If you're of the female persuasion, you've probably had an intense,
toxic friendship at some point in your life. (And if you're not a
female, I bet you've probably heard a female complain about one of these
friendships.) Today's interviewee, writer Lauren Fox, recently
published Friends Like Us, a
book about the thrill, heartbreak and agony of a close friendship gone
confoundingly awry. Reading it will make you want to reach out to
someone in your own life who used to be there -- and now isn't.
What are some of your favorite books by other authors that address female friendships?
It's strange, but I think that many books that address female friendship as a deep and primary connection are about girls or young adults. It's as if we come of age and that gut-level connection and desire is supposed to shift from friend to romantic partner. I think there's a paucity of books that really honors and examines intense female friendship as some of the most serious and defining relationships in a woman's life. That said, I love The Group by Mary McCarthy, Commencement, by Courtney Sullivan and Never Let Me Go by Kazuo Ishiguro (which is, of course, not entirely about females and about a whole lot more than friendship). Margaret Atwood's Cat's Eye, which is primarily about cruelty among young girls, also blew me away and absolutely defined the dark side of female friendship for me a long time ago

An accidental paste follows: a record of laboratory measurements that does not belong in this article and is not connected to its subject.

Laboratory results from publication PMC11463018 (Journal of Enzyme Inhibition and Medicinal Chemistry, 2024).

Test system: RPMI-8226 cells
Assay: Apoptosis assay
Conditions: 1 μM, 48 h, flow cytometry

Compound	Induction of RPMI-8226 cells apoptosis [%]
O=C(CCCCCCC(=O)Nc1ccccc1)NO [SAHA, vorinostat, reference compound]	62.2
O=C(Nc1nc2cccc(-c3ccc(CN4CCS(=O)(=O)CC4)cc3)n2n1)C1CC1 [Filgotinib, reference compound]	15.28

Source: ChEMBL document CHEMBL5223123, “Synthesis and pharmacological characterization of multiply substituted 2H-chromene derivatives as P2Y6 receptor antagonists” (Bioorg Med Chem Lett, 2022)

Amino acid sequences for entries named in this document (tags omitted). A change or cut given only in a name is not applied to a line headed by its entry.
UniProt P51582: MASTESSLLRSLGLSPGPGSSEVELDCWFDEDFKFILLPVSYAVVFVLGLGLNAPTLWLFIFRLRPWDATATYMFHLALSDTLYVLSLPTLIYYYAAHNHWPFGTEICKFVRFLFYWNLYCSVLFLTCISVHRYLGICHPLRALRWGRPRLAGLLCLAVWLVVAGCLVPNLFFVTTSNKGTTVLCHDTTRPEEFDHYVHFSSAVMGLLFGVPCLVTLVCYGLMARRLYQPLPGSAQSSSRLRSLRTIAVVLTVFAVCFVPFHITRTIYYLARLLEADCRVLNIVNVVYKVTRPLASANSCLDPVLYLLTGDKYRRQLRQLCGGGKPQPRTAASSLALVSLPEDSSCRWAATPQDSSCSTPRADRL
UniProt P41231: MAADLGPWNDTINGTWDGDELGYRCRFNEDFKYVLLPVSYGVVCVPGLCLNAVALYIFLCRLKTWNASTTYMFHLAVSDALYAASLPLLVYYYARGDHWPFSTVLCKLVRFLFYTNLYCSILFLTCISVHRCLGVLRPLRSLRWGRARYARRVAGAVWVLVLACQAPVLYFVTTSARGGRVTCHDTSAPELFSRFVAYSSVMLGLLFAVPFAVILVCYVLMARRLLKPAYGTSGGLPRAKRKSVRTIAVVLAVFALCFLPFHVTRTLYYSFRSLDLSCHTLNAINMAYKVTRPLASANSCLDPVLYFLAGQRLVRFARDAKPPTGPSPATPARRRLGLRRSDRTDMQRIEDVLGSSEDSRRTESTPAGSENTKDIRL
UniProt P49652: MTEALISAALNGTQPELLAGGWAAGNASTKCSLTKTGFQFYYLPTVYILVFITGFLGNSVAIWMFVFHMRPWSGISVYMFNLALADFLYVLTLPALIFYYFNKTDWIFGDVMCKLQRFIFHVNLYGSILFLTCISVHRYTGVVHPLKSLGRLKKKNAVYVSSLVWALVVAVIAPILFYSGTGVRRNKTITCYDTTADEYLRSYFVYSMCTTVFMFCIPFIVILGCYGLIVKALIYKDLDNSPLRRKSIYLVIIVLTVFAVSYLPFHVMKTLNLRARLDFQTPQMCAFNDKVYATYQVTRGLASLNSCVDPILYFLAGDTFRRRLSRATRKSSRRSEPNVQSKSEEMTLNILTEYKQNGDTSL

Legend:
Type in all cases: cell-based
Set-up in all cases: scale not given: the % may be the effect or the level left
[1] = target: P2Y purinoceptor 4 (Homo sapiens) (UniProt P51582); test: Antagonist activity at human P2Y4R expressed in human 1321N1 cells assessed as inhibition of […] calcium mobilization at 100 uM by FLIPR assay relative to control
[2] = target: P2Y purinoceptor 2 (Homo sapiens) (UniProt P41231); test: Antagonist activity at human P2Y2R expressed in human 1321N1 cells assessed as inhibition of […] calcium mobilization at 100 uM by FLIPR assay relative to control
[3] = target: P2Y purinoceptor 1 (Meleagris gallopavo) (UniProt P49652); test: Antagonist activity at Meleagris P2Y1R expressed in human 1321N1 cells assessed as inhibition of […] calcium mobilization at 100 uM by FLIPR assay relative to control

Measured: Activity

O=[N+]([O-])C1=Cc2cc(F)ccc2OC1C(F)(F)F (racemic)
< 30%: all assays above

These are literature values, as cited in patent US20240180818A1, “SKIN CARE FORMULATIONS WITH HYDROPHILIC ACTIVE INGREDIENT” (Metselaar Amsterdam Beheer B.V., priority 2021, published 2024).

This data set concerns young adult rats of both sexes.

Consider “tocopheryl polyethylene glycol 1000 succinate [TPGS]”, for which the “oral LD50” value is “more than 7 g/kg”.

Just as an armchair therapist,
why do you think friendships between women seem so much more fraught with high
emotion than those between male best friends?
Oh, that's such a good question. I don't know - maybe because women are encouraged to talk about and explore their emotions more than men? Maybe male friendships are just as fraught, but men are more quiet about it, less able to verbalize what is painful between two people and, conversely, more willing to tamp it down in the interest of keeping things peaceful? Boy, I really don't know. Love is hard. When you recognize that, whether you're a man or a woman, and are willing to work hard for an honest and deep connection, maybe it's just bound to be complicated.
I enjoyed your book as a reader
but as a writer, I also noticed what a nice publicity push it got from your
publisher. At what stage in the process were you alerted to its media presence,
and was this different from your experience with Still Life With Husband?